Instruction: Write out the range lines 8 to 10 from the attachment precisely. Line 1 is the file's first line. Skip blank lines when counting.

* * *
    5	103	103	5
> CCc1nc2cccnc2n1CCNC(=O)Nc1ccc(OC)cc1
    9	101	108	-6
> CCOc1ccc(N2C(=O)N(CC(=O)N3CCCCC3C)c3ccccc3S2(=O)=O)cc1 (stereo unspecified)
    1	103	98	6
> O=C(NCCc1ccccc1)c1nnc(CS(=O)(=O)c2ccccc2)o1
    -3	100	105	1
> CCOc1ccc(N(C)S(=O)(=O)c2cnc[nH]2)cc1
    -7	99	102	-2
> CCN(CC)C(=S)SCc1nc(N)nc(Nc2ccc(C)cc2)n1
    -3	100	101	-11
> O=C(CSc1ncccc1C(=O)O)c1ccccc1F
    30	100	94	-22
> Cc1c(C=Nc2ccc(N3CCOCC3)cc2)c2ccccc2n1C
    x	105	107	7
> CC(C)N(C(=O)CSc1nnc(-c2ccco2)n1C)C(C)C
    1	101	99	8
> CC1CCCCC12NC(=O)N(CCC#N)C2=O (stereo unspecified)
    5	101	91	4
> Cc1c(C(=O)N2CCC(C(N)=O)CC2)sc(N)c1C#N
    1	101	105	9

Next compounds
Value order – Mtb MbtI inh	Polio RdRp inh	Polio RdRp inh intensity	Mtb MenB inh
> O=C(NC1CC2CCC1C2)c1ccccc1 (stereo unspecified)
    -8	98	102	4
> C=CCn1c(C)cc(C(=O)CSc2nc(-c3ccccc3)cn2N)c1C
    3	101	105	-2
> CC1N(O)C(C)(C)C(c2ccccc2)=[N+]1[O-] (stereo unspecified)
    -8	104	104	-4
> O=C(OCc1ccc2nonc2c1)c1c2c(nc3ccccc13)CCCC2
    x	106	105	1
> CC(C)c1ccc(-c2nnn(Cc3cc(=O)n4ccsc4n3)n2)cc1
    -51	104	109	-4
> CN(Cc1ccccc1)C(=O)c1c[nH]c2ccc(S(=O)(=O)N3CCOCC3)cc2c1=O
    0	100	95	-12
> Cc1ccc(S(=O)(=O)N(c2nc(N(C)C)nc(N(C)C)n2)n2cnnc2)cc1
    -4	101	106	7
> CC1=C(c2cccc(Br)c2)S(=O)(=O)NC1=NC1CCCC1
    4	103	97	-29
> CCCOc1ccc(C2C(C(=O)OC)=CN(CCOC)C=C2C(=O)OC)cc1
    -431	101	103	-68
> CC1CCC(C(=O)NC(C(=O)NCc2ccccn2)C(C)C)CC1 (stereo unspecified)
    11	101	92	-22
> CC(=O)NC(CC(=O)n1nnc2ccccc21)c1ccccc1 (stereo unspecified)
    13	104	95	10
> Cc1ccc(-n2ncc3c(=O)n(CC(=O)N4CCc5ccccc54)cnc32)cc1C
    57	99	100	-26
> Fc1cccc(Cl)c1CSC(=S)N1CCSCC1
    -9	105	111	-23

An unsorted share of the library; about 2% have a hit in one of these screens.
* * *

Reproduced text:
> CCOc1ccc(N(C)S(=O)(=O)c2cnc[nH]2)cc1
    -7	99	102	-2
> CCN(CC)C(=S)SCc1nc(N)nc(Nc2ccc(C)cc2)n1